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  1. #21
    Senior Member UniqueMixture's Avatar
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    Quote Originally Posted by AphroditeGoneAwry View Post
    People who develop DID (the sybil variety) and DDNOS do so to protect themselves from severe chronic trauma, usually of a sexual nature. It must occur before the age of 7 or so or else it seems that the mind is after that unable to 'split'. They also are usually of above average intelligence. The resulting 'mental disorder' protects their inner, unprocessed feelings because they occurred at a time when the person was too young to make sense of them and process them adequately, or because they were simply unallowed or had no time to do so. Most of us cannot fathom the kind of trauma it involves to get here (watch sybil and see what I mean), so it is not hard to imagine a toddler, baby, or young child not being able to process it.

    So, the emotions that would result from the sequestered feelings are stopped, because the feelings are stopped because they are locked away in compartments as @sprinkles described so well. Consequently, what these people are most at risk of are what I would call asocial disorders...things that protect them from getting close to others because they are afraid of enduring further trauma. They live more in a state of stagnation or withdrawal from life because life has always hurt. In doing this, they live on autopilot and are stuck in survival mode always, and most deal with PTSD on a daily basis (because PTSD triggers unconscious arousal) they are protected from the feelings that are buried in their mind and body (lots of 'bad' body memories, probably more so than mind memories like most people have, or can even understand), and are therefore protected from the emotions resulting from that. Everything is sublimated to survival. However, it's been said that they have huge amounts of buried rage.

    Those with antisocial disorder are more conscious of having been hurt and are more consciously angry about it, but don't know how to deal with it, so they learn dysfunctional coping mechanisms that to us seem irrational, but to them make sense, usually aimed at unfair targets/society in general. They must get a sense of relief--because they constantly are dealing with the emotions but don't know how to release them--when they project them or take them out on others. They have also been traumatized chronically from a very young age, but instead of compartmentalizing feelings that are impossible to make sense of, like in DID and DDNOS, etc., they are forced to deal with them. They then can become so desensitized to pain that, in this process, they also do not adequately develop their empathy for others, which makes all the difference. Empathy for others, in the absence of love and in the presence of pain, develops one's conscience. Therefore, they lack a healthy conscience. That is why it is hard to treat them because you would have to go back, I'd guess with intensive and persistent regression therapy, including hypnosis (I'm not usually an advocate of hypnosis but I think in this case it would be necessary), to awaken or retrieve the infantile feelings of empathy, and bring them to life again.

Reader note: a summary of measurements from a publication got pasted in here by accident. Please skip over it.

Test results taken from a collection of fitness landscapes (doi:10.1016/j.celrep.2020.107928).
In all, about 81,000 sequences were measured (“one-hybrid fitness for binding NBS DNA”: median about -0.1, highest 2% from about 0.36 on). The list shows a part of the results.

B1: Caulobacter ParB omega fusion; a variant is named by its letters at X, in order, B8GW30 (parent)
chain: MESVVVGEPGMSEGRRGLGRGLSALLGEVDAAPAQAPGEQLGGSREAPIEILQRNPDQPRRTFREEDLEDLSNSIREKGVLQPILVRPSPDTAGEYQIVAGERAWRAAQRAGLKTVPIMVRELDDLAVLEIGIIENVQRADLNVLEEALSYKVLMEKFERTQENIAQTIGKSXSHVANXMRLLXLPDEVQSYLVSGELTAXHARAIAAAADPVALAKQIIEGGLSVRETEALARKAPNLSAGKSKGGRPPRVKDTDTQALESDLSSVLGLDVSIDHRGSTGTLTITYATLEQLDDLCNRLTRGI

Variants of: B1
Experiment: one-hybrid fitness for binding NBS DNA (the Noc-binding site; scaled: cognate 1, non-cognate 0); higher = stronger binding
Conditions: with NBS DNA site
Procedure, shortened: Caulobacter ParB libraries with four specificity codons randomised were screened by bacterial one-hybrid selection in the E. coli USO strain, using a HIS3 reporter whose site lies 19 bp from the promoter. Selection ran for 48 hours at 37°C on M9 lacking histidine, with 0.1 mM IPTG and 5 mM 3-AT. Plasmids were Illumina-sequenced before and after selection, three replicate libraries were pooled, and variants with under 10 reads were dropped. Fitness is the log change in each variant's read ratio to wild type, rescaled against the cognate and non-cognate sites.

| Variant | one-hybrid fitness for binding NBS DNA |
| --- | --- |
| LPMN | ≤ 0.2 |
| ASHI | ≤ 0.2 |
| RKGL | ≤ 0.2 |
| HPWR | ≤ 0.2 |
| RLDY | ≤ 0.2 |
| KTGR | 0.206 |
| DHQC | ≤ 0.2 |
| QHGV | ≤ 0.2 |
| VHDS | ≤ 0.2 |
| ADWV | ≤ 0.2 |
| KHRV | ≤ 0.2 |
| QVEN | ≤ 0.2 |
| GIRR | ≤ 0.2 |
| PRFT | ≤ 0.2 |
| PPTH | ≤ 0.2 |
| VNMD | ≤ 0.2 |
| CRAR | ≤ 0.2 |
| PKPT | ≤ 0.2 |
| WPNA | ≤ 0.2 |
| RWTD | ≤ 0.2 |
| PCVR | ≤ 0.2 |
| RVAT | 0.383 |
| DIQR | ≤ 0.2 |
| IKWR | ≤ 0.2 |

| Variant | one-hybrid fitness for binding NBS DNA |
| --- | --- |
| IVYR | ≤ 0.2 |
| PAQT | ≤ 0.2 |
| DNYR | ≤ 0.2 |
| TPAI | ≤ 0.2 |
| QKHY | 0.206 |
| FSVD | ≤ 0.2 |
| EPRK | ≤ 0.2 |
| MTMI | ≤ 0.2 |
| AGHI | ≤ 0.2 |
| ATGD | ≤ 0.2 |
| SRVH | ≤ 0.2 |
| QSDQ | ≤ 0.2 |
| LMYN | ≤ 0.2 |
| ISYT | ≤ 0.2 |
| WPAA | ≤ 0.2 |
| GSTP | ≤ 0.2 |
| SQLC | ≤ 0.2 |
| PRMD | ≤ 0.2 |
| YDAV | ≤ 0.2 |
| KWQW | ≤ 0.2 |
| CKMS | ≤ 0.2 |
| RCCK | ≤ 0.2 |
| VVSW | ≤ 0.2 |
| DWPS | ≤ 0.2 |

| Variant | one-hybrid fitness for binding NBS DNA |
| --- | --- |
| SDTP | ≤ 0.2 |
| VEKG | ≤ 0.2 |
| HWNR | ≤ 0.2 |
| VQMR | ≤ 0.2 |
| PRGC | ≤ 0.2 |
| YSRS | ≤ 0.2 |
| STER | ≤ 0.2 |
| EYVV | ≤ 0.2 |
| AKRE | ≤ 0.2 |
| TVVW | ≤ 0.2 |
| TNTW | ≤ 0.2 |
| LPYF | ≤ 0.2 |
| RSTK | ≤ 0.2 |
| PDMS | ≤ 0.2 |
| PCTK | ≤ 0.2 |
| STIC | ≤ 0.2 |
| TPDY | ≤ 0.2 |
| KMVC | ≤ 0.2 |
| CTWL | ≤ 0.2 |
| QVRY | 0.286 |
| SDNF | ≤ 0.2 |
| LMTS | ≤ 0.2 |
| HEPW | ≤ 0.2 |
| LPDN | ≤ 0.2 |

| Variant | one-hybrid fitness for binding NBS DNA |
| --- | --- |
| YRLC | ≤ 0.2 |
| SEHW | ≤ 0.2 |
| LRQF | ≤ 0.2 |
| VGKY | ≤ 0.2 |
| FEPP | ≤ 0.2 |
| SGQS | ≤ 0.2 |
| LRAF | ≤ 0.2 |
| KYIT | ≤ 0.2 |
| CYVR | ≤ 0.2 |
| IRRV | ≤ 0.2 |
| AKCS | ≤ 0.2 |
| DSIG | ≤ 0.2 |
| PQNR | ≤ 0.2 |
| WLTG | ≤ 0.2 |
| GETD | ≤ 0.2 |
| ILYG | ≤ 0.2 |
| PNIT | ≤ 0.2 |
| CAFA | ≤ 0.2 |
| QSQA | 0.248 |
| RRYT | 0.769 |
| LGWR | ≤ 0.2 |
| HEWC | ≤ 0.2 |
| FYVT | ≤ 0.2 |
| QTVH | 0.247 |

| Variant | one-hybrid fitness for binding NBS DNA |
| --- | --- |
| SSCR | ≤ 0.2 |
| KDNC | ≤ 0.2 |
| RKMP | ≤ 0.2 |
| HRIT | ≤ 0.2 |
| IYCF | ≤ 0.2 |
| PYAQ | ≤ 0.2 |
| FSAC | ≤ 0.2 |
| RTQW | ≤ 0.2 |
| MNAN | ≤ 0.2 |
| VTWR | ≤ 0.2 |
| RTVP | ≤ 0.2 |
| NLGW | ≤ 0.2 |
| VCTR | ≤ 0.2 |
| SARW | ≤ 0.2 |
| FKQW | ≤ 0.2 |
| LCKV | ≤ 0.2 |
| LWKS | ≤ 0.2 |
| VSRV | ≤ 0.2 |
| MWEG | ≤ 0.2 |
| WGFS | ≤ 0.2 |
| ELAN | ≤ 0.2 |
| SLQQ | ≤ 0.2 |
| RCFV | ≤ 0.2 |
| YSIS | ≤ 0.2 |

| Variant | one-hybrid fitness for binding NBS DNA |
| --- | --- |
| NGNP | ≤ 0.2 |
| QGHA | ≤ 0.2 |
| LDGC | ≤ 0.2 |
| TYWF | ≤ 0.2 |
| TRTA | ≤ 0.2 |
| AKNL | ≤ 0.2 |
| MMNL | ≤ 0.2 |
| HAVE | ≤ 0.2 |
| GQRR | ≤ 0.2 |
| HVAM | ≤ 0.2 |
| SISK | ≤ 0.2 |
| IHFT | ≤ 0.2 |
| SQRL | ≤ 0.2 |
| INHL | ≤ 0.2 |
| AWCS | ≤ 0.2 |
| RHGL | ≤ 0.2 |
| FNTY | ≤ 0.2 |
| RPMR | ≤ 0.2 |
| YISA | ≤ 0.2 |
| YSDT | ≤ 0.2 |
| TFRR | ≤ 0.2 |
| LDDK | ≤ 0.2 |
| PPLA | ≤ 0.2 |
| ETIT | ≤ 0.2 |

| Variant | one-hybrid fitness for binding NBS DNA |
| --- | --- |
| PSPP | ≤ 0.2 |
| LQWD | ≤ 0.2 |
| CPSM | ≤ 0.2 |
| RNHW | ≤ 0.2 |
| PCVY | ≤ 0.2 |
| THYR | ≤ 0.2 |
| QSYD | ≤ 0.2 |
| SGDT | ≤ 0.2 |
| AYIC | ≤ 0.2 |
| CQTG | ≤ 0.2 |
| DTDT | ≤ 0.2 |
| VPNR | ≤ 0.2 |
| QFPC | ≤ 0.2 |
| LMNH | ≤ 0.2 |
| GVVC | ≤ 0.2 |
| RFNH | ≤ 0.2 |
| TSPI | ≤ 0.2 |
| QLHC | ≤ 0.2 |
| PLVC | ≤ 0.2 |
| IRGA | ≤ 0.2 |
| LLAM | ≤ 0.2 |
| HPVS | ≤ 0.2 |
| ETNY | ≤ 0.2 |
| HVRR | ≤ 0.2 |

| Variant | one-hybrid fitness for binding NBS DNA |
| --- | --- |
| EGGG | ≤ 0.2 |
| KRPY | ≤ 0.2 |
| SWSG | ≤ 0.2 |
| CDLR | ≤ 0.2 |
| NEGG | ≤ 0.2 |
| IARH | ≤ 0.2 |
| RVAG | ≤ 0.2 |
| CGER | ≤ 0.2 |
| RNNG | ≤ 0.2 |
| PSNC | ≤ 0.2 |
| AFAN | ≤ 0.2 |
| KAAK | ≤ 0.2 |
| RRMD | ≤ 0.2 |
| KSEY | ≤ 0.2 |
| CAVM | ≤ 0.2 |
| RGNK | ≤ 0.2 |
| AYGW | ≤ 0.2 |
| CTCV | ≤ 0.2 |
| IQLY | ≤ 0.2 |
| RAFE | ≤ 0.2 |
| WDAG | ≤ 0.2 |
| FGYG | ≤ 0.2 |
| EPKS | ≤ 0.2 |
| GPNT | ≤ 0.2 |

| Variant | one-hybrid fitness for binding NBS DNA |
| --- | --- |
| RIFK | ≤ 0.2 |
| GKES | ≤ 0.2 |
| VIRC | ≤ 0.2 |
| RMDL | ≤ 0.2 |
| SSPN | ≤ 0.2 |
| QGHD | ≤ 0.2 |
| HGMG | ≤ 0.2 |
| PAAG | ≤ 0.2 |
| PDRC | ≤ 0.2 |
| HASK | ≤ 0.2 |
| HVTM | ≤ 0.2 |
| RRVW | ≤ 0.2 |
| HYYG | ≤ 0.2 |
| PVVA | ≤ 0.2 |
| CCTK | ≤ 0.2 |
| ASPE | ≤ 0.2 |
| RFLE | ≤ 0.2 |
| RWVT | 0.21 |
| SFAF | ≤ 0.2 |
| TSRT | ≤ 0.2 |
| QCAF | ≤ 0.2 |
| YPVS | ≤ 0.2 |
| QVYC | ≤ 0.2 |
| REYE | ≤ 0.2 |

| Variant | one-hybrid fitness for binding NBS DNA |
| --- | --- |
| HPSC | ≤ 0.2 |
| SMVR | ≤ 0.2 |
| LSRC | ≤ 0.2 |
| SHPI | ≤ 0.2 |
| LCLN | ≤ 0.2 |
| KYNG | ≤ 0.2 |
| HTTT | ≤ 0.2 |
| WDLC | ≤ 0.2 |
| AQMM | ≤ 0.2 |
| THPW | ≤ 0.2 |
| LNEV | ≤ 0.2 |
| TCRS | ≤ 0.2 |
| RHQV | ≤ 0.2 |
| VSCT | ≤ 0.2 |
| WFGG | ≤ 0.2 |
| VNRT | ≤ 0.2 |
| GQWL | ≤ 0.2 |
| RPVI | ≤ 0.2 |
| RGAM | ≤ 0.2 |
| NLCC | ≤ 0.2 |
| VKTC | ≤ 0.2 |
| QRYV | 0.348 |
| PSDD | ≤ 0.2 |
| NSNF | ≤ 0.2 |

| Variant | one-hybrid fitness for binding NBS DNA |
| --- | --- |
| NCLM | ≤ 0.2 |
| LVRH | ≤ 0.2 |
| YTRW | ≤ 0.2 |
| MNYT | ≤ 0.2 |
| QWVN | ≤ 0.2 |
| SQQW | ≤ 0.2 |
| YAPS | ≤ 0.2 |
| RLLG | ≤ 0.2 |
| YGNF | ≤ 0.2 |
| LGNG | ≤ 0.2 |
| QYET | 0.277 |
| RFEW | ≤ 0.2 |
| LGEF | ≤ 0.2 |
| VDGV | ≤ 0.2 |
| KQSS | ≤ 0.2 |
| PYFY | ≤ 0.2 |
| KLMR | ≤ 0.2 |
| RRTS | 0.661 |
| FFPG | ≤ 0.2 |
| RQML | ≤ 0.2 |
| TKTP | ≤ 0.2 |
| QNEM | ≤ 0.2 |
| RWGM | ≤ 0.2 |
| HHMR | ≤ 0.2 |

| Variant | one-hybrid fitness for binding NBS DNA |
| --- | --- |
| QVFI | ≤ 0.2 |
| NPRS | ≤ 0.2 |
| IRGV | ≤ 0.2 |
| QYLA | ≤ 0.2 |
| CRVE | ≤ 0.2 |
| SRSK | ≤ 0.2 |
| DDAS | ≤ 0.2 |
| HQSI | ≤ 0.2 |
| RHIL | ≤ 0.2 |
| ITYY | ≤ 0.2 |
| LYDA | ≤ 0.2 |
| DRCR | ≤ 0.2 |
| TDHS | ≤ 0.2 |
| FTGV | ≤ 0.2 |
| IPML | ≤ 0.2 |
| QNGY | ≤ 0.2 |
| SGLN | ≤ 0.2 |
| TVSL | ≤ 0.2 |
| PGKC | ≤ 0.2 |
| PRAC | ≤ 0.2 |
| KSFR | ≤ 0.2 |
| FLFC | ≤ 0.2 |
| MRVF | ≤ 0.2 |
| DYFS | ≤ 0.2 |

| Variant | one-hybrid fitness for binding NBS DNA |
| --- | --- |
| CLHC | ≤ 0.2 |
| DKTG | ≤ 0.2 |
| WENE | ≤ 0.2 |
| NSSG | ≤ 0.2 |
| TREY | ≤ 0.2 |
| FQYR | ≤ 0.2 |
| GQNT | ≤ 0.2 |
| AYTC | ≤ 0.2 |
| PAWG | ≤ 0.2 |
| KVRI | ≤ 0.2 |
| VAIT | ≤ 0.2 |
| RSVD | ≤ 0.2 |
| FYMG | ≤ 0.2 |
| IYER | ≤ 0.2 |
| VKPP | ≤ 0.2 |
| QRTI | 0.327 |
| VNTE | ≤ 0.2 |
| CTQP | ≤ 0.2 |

So people with DID, DDNOS, etc., usually just are at risk of hurting themselves because they become so fatigued fighting to protect themselves and their pysches, in addition to living a dead life, that they have high rates of suicide. Those with antisocial disorder are more at risk for harming others, in various schemes, or homicidally (from your con-artists to your mass murderers). Those with antisocial disorder usually do not have DID or DDNOS because if they had, they might not have become antisocial....Though those with DID and DDNOS, etc., can have some characteristics of antisocial disorder, they have largely been protected from the thrust of it, and struggle more with asocial disorders. Because buried deep in their core are all those unexplored and protected feelings waiting to be opened up.



    Thanks so much Sprinkles for your input. I'm fascinated by multiple personality disorder. Please feel free to criticize my post and I will correct as needed.
    Perhaps you are misdiagnosing your friend. Have you considered asking them about their history?
    For all that we have done, as a civilization, as individuals, the universe is not stable, and nor is any single thing within it. Stars consume themselves, the universe itself rushes apart, and we ourselves are composed of matter in constant flux. Colonies of cells in temporary alliance, replicating and decaying and housed within, an incandescent cloud of electrical impulses. This is reality, this is self knowledge, and the perception of it will, of course, make you dizzy.

  2. #22
    Senior Member ThatsWhatHeSaid's Avatar
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    Quote Originally Posted by AphroditeGoneAwry View Post
    I have a friend with dissociative disorder. I'm not even sure they are my friend, but I am their friend. Sometimes it's wonderful and sometimes it's highly frustrating dealing with this friend.

    It seems we play this game of getting closer, then they push away, really hard!, and it's tough. This has happened often enough it feels like it must be some sort of reactive attachment disorder playing out, but it's still hard.